Here are three prayers written specifically for times of conflict and upheaval (from sundaysandseasons.com. Copyright © 2021 Augsburg Fortress. All rights reserved). These aren’t new prayers, which tells us that conflict and upheaval have been around forever. May we trust that God hears our prayers and will continually work to turn us to the light that is Christ our Savior.
God, our refuge and strength, you have bound us together in a common life. In all our conflicts, help us to confront one another without hatred or bitterness, to listen for your voice amid competing claims, and to work together with mutual forbearance and respect; through Jesus Christ our Lord. Amen.
O God, where hearts are fearful and constricted, grant courage and hope. Where anxiety is infectious and widening, grant peace and reassurance. Where impossibilities close every door and window, grant imagination and resistance. Where distrust twists our thinking, grant healing and illumination. Where spirits are daunted and weakened, grant soaring wings and strengthened dreams. All these things we ask in the name of Jesus Christ, our Savior and Lord. Amen.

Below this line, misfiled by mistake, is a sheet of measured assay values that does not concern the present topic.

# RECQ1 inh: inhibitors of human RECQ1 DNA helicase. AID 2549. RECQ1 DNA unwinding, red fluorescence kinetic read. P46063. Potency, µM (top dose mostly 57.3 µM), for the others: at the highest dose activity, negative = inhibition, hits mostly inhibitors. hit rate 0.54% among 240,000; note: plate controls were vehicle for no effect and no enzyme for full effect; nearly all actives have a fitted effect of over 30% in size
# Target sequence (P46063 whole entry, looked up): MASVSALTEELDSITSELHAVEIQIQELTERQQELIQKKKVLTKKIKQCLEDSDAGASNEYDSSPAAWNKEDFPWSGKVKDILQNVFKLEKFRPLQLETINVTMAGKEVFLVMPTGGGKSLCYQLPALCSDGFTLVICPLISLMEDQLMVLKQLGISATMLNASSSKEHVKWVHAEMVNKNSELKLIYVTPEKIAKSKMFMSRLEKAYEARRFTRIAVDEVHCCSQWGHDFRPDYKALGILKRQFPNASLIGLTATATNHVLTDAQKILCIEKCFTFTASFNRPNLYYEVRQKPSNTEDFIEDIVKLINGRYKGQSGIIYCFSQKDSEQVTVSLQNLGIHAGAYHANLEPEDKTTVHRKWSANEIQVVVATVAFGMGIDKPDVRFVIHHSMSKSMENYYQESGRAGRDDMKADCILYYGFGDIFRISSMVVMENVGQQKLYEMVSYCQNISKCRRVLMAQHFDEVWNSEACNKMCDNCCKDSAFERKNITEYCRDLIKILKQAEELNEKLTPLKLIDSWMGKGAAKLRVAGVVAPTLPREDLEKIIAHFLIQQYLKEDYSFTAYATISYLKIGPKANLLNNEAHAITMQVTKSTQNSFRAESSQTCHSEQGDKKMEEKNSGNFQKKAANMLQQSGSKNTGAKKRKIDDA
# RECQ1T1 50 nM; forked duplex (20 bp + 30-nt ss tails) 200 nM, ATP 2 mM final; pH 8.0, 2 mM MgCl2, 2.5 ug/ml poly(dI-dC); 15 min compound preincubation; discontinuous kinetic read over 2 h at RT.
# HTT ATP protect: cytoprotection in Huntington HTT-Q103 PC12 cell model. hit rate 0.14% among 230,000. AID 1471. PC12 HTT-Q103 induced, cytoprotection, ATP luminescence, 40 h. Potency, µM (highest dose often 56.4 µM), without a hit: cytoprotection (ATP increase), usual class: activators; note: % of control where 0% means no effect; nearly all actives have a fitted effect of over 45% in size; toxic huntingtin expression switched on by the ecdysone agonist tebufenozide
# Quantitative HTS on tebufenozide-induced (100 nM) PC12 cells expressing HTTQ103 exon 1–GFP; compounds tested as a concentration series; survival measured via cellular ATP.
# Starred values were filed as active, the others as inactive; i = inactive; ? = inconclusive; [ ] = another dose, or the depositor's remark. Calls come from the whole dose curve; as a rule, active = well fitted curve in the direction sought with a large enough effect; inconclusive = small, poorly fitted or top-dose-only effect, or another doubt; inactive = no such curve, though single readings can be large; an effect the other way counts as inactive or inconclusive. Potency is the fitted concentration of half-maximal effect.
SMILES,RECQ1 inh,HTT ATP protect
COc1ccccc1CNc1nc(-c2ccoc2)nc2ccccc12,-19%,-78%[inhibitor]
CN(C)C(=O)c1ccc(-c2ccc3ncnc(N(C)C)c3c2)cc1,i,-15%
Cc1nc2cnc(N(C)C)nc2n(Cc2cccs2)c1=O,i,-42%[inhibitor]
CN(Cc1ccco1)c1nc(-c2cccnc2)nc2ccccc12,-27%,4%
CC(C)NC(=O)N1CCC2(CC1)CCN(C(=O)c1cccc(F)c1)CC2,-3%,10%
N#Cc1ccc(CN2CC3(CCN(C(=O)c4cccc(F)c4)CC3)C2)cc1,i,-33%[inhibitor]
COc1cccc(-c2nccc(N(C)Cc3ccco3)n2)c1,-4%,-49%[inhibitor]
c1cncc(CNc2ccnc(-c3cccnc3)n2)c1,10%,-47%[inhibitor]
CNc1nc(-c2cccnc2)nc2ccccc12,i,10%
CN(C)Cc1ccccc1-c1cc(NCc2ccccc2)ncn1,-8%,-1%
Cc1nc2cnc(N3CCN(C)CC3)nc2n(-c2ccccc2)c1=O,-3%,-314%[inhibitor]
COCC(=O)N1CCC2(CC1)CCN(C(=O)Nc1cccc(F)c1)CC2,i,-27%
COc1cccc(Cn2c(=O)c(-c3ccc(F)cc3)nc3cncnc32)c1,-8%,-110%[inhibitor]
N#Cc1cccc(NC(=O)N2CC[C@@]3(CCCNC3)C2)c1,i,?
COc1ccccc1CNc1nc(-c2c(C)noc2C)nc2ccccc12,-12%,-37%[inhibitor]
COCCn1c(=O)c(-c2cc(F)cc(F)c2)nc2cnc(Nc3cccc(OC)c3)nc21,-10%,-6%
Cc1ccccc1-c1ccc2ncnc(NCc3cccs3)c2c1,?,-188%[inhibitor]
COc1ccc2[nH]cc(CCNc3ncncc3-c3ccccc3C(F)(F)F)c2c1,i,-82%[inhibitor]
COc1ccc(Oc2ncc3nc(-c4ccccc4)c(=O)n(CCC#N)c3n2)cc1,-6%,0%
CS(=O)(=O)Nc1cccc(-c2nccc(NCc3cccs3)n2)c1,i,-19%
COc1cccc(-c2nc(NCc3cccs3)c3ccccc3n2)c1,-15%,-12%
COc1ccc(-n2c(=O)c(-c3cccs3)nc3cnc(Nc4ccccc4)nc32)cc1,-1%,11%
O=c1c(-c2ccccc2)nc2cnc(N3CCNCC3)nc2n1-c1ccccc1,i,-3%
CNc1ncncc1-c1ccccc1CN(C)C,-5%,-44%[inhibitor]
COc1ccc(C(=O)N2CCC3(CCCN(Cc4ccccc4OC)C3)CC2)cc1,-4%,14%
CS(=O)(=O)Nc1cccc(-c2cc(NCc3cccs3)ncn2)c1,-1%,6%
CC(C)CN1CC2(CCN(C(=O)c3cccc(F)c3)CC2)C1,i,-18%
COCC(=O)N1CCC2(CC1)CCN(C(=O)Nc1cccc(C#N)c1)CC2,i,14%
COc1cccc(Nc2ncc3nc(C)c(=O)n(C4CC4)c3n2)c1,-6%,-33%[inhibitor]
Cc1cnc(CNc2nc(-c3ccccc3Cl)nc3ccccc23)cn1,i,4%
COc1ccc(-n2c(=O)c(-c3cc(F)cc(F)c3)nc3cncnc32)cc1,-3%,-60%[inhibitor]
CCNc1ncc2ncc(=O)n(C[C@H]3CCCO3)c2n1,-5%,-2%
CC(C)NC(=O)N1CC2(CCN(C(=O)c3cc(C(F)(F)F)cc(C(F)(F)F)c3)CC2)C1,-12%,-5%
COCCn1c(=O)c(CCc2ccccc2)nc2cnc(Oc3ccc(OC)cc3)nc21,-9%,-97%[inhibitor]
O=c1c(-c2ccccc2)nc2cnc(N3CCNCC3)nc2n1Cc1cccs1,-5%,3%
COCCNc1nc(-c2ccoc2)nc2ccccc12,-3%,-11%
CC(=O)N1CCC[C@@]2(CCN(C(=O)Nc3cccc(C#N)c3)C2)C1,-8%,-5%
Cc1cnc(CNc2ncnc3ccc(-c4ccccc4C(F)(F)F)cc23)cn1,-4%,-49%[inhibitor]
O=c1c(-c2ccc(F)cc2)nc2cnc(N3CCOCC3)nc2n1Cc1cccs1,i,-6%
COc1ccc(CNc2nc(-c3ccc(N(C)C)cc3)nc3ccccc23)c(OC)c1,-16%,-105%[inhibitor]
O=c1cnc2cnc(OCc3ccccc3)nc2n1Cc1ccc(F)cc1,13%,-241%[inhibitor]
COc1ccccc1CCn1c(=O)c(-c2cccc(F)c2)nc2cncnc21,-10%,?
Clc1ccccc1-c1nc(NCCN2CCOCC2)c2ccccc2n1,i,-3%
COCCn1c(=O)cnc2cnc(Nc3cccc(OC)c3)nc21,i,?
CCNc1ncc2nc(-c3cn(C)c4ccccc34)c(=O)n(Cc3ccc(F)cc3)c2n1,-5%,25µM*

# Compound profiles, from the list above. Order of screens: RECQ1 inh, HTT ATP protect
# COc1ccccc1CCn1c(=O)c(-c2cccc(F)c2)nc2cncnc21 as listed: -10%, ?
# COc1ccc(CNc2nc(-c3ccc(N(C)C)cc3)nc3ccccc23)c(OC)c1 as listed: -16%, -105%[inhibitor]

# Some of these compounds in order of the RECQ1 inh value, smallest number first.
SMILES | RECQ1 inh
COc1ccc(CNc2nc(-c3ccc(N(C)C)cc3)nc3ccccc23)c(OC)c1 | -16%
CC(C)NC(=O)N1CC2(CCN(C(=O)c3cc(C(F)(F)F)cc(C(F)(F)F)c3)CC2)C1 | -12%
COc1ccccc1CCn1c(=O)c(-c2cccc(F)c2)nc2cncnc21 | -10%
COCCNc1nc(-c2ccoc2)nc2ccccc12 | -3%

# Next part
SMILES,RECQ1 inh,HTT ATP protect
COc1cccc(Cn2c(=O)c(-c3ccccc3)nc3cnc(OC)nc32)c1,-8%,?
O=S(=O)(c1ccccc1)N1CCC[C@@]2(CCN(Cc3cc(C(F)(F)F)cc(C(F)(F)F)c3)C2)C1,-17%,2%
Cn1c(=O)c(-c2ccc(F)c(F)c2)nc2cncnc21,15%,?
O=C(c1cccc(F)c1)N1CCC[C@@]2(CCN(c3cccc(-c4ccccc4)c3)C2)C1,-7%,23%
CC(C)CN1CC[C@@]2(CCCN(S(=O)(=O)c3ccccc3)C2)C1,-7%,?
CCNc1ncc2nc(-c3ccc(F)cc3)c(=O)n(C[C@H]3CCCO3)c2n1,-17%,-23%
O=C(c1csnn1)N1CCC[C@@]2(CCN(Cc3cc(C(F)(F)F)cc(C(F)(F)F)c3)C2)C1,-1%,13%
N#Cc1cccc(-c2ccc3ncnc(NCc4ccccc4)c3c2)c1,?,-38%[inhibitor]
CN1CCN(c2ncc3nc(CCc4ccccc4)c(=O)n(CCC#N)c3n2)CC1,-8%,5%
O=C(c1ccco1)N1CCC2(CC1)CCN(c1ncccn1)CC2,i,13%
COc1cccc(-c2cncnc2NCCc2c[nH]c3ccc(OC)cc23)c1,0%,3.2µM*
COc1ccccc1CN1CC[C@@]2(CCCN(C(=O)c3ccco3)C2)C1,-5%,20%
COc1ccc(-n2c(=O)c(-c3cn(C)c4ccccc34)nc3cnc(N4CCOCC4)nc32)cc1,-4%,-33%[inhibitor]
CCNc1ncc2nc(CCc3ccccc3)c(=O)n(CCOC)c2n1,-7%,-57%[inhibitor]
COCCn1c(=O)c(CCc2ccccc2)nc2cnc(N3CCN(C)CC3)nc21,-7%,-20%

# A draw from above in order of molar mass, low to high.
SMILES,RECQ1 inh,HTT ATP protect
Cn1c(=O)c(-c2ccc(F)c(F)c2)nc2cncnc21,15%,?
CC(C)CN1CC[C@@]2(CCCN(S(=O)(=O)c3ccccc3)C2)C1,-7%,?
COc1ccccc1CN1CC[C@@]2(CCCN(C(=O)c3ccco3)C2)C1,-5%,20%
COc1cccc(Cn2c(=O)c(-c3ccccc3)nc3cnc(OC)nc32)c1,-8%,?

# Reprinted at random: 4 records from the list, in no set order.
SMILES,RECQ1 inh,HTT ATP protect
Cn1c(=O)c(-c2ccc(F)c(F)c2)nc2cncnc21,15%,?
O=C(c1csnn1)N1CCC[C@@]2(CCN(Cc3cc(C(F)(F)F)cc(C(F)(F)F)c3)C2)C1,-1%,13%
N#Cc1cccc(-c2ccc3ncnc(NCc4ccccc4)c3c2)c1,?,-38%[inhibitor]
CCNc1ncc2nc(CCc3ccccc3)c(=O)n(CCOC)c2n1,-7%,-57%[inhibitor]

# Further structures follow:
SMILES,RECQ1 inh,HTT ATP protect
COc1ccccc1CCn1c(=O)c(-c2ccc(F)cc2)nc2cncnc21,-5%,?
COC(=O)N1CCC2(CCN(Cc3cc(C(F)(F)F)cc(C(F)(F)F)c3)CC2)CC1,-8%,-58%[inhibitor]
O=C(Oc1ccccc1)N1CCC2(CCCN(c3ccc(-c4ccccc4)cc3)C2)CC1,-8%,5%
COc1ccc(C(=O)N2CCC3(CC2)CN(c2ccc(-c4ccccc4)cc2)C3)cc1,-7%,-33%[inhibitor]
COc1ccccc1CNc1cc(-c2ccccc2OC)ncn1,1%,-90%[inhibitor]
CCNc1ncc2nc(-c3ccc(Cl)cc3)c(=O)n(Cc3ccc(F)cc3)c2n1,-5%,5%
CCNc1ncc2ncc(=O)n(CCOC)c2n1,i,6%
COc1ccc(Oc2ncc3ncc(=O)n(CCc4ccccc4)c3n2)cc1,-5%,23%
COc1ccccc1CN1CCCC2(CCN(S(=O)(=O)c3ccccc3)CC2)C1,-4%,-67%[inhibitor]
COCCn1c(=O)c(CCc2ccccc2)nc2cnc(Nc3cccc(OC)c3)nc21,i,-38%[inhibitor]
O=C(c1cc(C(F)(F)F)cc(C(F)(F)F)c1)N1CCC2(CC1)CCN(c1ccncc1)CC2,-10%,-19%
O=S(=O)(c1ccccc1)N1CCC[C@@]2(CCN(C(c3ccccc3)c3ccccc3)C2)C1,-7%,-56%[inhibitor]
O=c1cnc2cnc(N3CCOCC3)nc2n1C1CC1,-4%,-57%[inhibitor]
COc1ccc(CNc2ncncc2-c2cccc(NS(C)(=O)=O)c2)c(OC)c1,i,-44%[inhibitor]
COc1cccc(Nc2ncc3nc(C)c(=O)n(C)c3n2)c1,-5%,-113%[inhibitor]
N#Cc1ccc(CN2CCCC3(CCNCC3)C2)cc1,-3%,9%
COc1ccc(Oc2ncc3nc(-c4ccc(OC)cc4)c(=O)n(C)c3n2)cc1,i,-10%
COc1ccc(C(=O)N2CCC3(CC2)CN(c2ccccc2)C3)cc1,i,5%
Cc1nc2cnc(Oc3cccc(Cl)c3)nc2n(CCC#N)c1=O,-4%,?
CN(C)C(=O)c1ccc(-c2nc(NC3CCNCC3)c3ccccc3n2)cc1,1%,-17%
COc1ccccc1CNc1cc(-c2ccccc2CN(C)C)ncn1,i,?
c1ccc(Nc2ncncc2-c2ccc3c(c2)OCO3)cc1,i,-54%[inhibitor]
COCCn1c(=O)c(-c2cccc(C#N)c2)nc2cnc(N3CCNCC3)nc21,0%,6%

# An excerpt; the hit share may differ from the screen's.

We pray to you almighty God, in this time. You are our refuge and our strength, a very present help in time of trouble. Do not let us fail in the face of these events. Uphold us with your love, and give us the strength we need. Help us in our confusion, and guide our actions. Heal the hurt, console the bereaved and afflicted, protect the innocent and helpless, and deliver any who are still in peril; for the sake of your great mercy in Jesus Christ our Lord. Amen.
Finally, let me encourage you to spend as much time in prayer and scripture as you do watching the news–maybe even more. Remember that love always wins and that we are called to be that love in the world. May your prayers and God’s holy scripture change your hearts in new and life-giving ways.
With God’s Great Peace,